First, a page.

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Durham University

Computer Science


Publication details for Dr George Mertzios

Mertzios, G.B. & Bezáková, I. (2014). Computing and counting longest paths on circular-arc graphs in polynomial time. Discrete Applied Mathematics 164(Part 2): 383-399.

Author(s) from Durham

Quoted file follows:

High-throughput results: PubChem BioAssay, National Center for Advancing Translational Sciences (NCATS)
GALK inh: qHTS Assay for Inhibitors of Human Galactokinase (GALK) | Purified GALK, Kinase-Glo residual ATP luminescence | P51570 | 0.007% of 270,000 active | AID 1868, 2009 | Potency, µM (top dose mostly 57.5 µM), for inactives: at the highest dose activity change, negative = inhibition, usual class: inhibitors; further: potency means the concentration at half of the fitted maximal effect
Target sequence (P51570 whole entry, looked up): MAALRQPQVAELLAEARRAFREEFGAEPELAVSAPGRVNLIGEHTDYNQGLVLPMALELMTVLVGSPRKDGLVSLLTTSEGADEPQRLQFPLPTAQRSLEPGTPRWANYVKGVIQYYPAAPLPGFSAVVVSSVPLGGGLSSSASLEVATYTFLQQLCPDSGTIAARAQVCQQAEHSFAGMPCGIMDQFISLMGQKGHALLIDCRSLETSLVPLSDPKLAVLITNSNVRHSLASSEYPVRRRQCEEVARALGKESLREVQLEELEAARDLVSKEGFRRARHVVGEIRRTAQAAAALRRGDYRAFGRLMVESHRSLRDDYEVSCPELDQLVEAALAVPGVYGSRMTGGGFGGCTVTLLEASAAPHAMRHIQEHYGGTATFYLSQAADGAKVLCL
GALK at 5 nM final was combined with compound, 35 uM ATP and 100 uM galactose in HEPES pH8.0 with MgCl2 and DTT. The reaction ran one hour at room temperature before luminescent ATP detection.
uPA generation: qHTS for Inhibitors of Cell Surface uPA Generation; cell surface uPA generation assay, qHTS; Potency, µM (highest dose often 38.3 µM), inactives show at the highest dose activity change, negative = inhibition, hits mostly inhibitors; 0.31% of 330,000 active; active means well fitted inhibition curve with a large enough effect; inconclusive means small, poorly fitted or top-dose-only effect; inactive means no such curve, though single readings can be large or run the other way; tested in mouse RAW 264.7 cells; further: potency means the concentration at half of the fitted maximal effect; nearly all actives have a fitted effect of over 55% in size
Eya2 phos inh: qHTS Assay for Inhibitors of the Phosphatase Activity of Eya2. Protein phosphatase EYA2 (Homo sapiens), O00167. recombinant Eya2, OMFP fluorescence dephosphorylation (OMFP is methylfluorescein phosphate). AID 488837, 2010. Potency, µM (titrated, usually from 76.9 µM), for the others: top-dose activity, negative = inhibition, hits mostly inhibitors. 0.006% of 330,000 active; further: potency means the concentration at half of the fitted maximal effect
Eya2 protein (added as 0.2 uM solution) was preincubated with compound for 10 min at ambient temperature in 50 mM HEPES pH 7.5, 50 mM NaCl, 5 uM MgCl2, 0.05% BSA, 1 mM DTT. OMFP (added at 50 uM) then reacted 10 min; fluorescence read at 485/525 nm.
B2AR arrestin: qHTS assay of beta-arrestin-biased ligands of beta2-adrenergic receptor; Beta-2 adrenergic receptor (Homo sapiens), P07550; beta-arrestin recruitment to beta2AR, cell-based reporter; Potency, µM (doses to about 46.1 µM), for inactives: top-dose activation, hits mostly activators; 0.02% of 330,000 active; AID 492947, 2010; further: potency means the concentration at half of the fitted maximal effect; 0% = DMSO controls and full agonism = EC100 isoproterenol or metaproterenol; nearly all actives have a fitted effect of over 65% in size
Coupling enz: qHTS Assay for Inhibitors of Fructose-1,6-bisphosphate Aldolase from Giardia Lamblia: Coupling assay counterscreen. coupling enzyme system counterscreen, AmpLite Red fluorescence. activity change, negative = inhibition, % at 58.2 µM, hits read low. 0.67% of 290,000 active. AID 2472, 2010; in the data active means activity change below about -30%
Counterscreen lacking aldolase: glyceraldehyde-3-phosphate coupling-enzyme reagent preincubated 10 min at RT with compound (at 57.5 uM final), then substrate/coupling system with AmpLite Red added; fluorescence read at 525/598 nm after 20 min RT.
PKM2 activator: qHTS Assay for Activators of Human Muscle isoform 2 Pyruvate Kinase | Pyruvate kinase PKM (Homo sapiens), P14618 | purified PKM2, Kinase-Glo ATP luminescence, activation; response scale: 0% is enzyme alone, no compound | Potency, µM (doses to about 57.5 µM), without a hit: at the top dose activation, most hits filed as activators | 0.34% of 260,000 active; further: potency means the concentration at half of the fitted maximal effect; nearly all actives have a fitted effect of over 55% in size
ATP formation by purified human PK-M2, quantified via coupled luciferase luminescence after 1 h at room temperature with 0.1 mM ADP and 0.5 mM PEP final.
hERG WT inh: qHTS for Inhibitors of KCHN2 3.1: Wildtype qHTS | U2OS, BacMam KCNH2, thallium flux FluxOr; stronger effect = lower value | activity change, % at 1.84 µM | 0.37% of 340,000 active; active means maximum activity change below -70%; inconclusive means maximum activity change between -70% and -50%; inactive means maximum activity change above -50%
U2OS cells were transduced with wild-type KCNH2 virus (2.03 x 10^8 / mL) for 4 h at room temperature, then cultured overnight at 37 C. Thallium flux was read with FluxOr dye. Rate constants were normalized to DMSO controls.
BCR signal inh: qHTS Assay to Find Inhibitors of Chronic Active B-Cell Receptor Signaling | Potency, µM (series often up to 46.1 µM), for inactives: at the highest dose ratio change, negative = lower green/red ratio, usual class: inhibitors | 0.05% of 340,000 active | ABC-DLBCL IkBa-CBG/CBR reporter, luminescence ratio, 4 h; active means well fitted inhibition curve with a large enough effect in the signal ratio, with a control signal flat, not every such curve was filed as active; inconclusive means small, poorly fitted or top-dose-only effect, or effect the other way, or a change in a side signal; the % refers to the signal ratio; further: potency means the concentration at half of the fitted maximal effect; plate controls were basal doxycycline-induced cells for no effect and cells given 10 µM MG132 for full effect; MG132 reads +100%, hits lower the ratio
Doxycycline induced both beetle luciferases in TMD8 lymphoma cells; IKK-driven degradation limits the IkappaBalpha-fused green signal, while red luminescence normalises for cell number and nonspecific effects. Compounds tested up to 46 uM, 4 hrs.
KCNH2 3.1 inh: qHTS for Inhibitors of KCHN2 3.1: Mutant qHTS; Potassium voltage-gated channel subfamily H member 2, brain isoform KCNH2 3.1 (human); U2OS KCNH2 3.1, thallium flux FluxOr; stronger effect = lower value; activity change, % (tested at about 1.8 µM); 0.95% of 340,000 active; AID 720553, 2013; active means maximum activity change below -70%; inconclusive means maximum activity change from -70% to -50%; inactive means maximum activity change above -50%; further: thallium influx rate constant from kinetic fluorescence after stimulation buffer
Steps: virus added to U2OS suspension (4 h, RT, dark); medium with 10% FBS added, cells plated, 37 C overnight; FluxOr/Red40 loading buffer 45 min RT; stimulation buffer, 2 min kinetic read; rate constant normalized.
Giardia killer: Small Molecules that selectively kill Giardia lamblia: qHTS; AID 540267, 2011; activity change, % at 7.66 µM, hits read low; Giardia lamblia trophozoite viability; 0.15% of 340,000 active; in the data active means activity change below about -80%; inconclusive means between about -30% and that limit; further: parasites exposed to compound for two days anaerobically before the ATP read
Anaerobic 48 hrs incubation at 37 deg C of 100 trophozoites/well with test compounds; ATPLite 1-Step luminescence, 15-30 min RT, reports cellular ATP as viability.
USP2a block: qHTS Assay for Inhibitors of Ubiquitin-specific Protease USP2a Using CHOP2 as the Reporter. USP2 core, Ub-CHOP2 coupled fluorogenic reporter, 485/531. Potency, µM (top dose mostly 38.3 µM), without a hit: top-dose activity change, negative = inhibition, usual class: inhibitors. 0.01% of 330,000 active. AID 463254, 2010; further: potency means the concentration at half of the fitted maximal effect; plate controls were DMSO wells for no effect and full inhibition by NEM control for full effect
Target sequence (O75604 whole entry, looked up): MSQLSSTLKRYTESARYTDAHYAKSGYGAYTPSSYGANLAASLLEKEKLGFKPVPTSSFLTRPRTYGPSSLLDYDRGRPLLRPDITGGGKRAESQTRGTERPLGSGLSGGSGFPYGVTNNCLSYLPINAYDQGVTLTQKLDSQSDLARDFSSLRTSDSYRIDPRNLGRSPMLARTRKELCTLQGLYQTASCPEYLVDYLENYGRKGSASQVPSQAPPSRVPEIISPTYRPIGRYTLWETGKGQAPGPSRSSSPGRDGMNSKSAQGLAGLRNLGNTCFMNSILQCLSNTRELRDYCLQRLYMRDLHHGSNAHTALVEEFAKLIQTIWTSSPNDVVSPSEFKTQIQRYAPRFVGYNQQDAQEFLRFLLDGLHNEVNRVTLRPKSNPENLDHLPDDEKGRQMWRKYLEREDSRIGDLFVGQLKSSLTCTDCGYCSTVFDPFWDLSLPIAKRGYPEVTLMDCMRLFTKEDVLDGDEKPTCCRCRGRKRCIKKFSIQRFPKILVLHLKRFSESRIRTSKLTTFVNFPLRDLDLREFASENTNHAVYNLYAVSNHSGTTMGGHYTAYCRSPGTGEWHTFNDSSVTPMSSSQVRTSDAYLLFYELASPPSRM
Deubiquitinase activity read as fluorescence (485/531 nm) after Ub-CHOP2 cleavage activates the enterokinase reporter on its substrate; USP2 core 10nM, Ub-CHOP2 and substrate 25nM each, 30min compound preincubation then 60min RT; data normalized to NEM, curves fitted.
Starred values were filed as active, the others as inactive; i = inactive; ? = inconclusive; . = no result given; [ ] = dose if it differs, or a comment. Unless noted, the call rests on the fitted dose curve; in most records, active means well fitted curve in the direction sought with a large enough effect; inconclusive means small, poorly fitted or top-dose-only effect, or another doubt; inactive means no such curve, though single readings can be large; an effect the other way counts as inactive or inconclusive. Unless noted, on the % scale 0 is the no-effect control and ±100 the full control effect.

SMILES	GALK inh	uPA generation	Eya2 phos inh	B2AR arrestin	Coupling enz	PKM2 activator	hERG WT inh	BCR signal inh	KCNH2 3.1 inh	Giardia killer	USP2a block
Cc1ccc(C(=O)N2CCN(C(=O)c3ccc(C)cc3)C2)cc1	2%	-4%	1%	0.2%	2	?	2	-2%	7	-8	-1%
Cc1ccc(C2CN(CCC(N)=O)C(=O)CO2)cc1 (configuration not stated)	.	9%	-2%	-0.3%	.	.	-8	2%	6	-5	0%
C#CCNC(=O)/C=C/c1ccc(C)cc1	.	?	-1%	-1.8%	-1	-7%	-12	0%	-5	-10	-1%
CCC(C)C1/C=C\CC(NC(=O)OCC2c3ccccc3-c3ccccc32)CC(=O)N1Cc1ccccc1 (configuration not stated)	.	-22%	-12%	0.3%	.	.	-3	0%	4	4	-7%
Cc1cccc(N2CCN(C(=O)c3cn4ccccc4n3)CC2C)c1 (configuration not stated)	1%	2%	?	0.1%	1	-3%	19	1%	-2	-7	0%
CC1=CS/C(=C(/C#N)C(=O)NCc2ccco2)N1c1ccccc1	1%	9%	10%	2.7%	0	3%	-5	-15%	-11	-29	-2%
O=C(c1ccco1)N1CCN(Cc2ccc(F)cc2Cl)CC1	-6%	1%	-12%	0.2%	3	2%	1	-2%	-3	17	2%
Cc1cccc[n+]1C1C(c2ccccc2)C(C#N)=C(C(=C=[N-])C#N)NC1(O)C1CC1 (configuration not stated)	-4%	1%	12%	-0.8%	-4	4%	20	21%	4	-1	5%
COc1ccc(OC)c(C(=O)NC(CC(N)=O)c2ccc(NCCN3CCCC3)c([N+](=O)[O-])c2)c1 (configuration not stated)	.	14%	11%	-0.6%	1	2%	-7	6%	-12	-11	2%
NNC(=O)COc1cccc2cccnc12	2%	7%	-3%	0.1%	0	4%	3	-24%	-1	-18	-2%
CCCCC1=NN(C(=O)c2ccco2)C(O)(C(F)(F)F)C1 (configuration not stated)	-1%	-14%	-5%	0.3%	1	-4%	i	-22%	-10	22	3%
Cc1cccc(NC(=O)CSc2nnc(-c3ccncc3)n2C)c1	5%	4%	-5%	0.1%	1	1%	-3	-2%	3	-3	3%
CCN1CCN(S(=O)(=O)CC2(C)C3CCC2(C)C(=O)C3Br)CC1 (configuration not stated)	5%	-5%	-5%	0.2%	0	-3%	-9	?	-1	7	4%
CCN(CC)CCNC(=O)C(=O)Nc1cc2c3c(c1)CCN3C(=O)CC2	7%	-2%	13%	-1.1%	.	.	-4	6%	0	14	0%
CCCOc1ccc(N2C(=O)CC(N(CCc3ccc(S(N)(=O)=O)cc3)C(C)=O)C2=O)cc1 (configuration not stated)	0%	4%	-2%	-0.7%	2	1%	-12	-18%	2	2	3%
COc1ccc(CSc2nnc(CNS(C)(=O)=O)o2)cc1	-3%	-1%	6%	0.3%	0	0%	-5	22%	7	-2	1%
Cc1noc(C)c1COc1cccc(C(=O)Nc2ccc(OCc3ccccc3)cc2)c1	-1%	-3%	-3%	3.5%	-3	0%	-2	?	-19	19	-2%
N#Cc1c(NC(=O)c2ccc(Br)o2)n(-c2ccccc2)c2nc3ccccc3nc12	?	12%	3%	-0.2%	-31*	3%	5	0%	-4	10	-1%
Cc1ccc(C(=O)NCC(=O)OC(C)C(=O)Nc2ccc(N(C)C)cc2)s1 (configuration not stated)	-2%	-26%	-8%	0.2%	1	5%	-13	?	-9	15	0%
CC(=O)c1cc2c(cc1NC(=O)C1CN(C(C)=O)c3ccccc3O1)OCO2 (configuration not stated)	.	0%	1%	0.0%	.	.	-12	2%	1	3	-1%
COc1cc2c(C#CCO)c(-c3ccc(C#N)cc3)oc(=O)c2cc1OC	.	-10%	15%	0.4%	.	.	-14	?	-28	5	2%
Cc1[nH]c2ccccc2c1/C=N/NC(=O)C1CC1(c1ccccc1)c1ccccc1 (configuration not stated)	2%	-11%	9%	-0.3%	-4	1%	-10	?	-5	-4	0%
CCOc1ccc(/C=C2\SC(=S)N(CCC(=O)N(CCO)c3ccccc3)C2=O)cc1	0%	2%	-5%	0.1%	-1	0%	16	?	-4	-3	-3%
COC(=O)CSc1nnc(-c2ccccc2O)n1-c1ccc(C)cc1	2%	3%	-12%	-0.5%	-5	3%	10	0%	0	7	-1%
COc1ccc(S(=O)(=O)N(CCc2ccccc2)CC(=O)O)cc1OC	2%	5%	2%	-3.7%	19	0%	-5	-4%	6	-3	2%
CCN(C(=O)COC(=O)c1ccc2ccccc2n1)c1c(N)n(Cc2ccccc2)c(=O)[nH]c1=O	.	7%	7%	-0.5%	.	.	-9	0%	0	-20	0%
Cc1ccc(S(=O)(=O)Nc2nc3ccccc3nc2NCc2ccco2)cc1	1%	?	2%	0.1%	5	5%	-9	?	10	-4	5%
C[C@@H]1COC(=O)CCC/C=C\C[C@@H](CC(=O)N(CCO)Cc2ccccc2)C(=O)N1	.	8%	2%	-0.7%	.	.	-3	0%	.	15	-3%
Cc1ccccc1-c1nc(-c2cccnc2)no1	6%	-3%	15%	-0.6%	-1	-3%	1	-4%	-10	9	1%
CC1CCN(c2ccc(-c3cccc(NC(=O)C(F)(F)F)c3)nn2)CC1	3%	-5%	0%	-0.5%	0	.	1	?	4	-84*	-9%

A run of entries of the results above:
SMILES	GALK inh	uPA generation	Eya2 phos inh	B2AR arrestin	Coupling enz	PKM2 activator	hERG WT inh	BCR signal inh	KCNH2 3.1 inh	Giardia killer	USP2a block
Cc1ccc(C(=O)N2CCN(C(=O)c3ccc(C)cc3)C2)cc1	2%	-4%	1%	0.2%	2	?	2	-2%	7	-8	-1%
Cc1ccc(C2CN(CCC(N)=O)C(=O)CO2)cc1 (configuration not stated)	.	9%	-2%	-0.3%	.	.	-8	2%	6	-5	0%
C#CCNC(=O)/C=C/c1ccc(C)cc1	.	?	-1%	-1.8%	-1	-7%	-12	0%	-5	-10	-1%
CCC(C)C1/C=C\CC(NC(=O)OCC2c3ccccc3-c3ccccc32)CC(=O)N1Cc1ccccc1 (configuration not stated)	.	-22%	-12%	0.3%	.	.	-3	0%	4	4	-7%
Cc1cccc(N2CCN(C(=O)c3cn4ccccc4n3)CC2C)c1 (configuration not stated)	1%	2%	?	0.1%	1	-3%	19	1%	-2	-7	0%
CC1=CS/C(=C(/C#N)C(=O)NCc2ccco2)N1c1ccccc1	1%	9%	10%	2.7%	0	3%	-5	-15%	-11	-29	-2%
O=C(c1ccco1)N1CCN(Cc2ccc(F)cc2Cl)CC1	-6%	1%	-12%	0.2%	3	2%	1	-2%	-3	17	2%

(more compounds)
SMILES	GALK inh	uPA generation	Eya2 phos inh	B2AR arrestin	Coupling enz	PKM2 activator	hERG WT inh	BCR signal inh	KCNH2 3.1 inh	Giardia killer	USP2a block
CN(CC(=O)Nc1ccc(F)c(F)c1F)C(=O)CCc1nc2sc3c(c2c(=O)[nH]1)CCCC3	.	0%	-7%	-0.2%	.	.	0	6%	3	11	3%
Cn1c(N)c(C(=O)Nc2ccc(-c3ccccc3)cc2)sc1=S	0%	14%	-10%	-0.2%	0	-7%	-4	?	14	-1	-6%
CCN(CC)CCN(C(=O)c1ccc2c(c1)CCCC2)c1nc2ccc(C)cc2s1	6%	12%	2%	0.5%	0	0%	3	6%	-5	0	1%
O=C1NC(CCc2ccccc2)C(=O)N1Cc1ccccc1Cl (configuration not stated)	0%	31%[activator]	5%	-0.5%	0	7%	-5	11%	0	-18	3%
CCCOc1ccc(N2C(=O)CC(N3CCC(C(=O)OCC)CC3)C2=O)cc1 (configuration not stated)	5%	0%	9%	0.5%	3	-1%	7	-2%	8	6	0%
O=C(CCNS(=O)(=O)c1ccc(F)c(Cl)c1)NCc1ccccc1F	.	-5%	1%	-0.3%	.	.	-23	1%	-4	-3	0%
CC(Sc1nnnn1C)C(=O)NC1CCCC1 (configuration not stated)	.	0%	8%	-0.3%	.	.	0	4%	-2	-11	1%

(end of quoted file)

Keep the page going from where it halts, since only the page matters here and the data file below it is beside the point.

The longest path problem asks for a path with the largest number of vertices in a given graph. In contrast to the Hamiltonian path problem, until recently polynomial algorithms for the longest path problem were known only for small graph classes, such as trees. Recently, a polynomial algorithm for this problem on interval graphs has been presented in Ioannidou et al. (2011) [19] with running time O(n4) on a graph with n vertices, thus answering the open question posed in Uehara and Uno (2004) [32]. Even though interval and circular-arc graphs look superficially similar, they differ substantially, as circular-arc graphs are not perfect; for instance, several problems– e.g. coloring –are NP-hard on circular-arc graphs, although they can be efficiently solved on interval graphs. In this paper, we prove that for every path P of a circular-arc graph G, we can appropriately “cut” the circle, such that the obtained (not induced) interval subgraph G′ of G admits a path P′ on the same vertices as P. This non-trivial result is of independent interest, as it suggests a generic reduction of a number of path problems on circular-arc graphs to the case of interval graphs with a multiplicative linear time overhead of O(n). As an application of this reduction, we present the first polynomial algorithm for the longest path problem on circular-arc graphs. In addition, by exploiting deeper the structure of circular-arc graphs, we manage to get rid of the linear time overhead of the reduction, and thus this algorithm turns out to have the same running time O(n4) as the one on interval graphs. Our algorithm, which significantly simplifies the approach of Ioannidou et al. (2011) [19], computes in the same time an n-approximation of the (exponentially large in worst case) number of different vertex sets that provide a longest path; in the case where G is an interval graph, we compute the exact number. Moreover, in contrast to Ioannidou et al. (2011) [19], this algorithm can be directly extended with the same running time to the case where every vertex has an arbitrary positive weight.